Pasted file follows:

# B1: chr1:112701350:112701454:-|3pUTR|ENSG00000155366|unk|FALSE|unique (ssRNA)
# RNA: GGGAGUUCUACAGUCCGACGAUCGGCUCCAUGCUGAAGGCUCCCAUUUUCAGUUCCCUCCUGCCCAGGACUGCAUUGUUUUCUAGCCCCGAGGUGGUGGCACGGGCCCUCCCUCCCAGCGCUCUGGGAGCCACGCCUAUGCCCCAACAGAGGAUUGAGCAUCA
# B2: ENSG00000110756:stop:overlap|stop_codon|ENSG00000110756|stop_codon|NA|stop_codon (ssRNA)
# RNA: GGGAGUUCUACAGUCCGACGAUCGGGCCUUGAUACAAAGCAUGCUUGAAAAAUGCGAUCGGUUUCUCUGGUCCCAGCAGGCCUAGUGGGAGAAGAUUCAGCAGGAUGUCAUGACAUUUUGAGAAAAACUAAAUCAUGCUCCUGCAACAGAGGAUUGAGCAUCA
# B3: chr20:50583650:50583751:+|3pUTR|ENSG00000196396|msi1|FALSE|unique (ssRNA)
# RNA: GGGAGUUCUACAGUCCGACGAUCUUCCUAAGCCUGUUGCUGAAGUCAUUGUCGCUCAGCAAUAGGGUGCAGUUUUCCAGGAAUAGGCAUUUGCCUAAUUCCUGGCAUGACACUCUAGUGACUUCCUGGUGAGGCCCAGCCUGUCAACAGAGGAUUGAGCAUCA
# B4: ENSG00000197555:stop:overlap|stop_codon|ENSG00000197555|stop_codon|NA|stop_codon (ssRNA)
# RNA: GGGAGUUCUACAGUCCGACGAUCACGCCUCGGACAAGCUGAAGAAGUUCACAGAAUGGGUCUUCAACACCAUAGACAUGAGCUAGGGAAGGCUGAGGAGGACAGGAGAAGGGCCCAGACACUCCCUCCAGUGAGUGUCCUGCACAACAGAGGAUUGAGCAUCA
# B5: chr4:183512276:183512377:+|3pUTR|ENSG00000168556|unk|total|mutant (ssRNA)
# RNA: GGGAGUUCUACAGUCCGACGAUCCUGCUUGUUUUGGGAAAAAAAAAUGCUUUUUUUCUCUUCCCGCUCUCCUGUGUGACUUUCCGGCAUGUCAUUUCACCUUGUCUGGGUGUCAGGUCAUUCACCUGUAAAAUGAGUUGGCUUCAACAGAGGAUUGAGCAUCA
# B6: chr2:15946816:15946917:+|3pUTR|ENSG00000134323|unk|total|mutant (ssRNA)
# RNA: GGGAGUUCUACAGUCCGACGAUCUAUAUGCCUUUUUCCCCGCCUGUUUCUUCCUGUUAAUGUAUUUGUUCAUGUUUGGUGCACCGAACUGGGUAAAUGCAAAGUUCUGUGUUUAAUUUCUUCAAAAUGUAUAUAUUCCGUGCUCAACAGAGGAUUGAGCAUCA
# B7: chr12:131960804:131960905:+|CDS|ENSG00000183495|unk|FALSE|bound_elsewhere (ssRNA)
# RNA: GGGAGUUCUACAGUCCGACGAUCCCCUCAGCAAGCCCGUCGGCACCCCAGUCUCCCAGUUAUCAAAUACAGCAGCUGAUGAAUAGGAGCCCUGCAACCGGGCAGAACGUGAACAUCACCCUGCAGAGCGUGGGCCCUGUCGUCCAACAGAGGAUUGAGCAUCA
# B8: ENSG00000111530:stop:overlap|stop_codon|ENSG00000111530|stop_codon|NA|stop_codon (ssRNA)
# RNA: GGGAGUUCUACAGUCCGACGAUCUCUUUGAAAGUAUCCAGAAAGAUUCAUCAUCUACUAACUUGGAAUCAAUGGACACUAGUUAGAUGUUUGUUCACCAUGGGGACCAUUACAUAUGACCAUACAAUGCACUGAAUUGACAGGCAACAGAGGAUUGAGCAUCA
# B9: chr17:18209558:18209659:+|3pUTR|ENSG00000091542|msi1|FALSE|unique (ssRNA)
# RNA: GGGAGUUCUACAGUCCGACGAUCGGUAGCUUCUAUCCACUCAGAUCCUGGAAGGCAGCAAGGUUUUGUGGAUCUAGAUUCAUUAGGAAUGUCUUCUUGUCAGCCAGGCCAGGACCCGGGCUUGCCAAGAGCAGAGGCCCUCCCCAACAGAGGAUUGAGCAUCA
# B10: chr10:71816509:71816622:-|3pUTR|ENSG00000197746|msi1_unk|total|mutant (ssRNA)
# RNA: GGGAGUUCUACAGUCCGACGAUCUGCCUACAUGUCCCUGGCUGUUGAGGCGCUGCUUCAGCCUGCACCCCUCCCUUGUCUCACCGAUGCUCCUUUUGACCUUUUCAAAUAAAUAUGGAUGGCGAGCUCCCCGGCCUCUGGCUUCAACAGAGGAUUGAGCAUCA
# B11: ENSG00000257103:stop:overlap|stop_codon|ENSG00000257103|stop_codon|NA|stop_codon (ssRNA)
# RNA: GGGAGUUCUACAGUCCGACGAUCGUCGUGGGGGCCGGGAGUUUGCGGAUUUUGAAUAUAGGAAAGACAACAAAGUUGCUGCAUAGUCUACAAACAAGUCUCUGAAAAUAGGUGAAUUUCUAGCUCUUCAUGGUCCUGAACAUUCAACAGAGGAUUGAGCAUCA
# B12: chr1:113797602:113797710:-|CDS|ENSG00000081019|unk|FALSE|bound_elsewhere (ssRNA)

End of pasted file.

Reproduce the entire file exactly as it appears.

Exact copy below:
# B1: chr1:112701350:112701454:-|3pUTR|ENSG00000155366|unk|FALSE|unique (ssRNA)
# RNA: GGGAGUUCUACAGUCCGACGAUCGGCUCCAUGCUGAAGGCUCCCAUUUUCAGUUCCCUCCUGCCCAGGACUGCAUUGUUUUCUAGCCCCGAGGUGGUGGCACGGGCCCUCCCUCCCAGCGCUCUGGGAGCCACGCCUAUGCCCCAACAGAGGAUUGAGCAUCA
# B2: ENSG00000110756:stop:overlap|stop_codon|ENSG00000110756|stop_codon|NA|stop_codon (ssRNA)
# RNA: GGGAGUUCUACAGUCCGACGAUCGGGCCUUGAUACAAAGCAUGCUUGAAAAAUGCGAUCGGUUUCUCUGGUCCCAGCAGGCCUAGUGGGAGAAGAUUCAGCAGGAUGUCAUGACAUUUUGAGAAAAACUAAAUCAUGCUCCUGCAACAGAGGAUUGAGCAUCA
# B3: chr20:50583650:50583751:+|3pUTR|ENSG00000196396|msi1|FALSE|unique (ssRNA)
# RNA: GGGAGUUCUACAGUCCGACGAUCUUCCUAAGCCUGUUGCUGAAGUCAUUGUCGCUCAGCAAUAGGGUGCAGUUUUCCAGGAAUAGGCAUUUGCCUAAUUCCUGGCAUGACACUCUAGUGACUUCCUGGUGAGGCCCAGCCUGUCAACAGAGGAUUGAGCAUCA
# B4: ENSG00000197555:stop:overlap|stop_codon|ENSG00000197555|stop_codon|NA|stop_codon (ssRNA)
# RNA: GGGAGUUCUACAGUCCGACGAUCACGCCUCGGACAAGCUGAAGAAGUUCACAGAAUGGGUCUUCAACACCAUAGACAUGAGCUAGGGAAGGCUGAGGAGGACAGGAGAAGGGCCCAGACACUCCCUCCAGUGAGUGUCCUGCACAACAGAGGAUUGAGCAUCA
# B5: chr4:183512276:183512377:+|3pUTR|ENSG00000168556|unk|total|mutant (ssRNA)
# RNA: GGGAGUUCUACAGUCCGACGAUCCUGCUUGUUUUGGGAAAAAAAAAUGCUUUUUUUCUCUUCCCGCUCUCCUGUGUGACUUUCCGGCAUGUCAUUUCACCUUGUCUGGGUGUCAGGUCAUUCACCUGUAAAAUGAGUUGGCUUCAACAGAGGAUUGAGCAUCA
# B6: chr2:15946816:15946917:+|3pUTR|ENSG00000134323|unk|total|mutant (ssRNA)
# RNA: GGGAGUUCUACAGUCCGACGAUCUAUAUGCCUUUUUCCCCGCCUGUUUCUUCCUGUUAAUGUAUUUGUUCAUGUUUGGUGCACCGAACUGGGUAAAUGCAAAGUUCUGUGUUUAAUUUCUUCAAAAUGUAUAUAUUCCGUGCUCAACAGAGGAUUGAGCAUCA
# B7: chr12:131960804:131960905:+|CDS|ENSG00000183495|unk|FALSE|bound_elsewhere (ssRNA)
# RNA: GGGAGUUCUACAGUCCGACGAUCCCCUCAGCAAGCCCGUCGGCACCCCAGUCUCCCAGUUAUCAAAUACAGCAGCUGAUGAAUAGGAGCCCUGCAACCGGGCAGAACGUGAACAUCACCCUGCAGAGCGUGGGCCCUGUCGUCCAACAGAGGAUUGAGCAUCA
# B8: ENSG00000111530:stop:overlap|stop_codon|ENSG00000111530|stop_codon|NA|stop_codon (ssRNA)
# RNA: GGGAGUUCUACAGUCCGACGAUCUCUUUGAAAGUAUCCAGAAAGAUUCAUCAUCUACUAACUUGGAAUCAAUGGACACUAGUUAGAUGUUUGUUCACCAUGGGGACCAUUACAUAUGACCAUACAAUGCACUGAAUUGACAGGCAACAGAGGAUUGAGCAUCA
# B9: chr17:18209558:18209659:+|3pUTR|ENSG00000091542|msi1|FALSE|unique (ssRNA)
# RNA: GGGAGUUCUACAGUCCGACGAUCGGUAGCUUCUAUCCACUCAGAUCCUGGAAGGCAGCAAGGUUUUGUGGAUCUAGAUUCAUUAGGAAUGUCUUCUUGUCAGCCAGGCCAGGACCCGGGCUUGCCAAGAGCAGAGGCCCUCCCCAACAGAGGAUUGAGCAUCA
# B10: chr10:71816509:71816622:-|3pUTR|ENSG00000197746|msi1_unk|total|mutant (ssRNA)
# RNA: GGGAGUUCUACAGUCCGACGAUCUGCCUACAUGUCCCUGGCUGUUGAGGCGCUGCUUCAGCCUGCACCCCUCCCUUGUCUCACCGAUGCUCCUUUUGACCUUUUCAAAUAAAUAUGGAUGGCGAGCUCCCCGGCCUCUGGCUUCAACAGAGGAUUGAGCAUCA
# B11: ENSG00000257103:stop:overlap|stop_codon|ENSG00000257103|stop_codon|NA|stop_codon (ssRNA)
# RNA: GGGAGUUCUACAGUCCGACGAUCGUCGUGGGGGCCGGGAGUUUGCGGAUUUUGAAUAUAGGAAAGACAACAAAGUUGCUGCAUAGUCUACAAACAAGUCUCUGAAAAUAGGUGAAUUUCUAGCUCUUCAUGGUCCUGAACAUUCAACAGAGGAUUGAGCAUCA
# B12: chr1:113797602:113797710:-|CDS|ENSG00000081019|unk|FALSE|bound_elsewhere (ssRNA)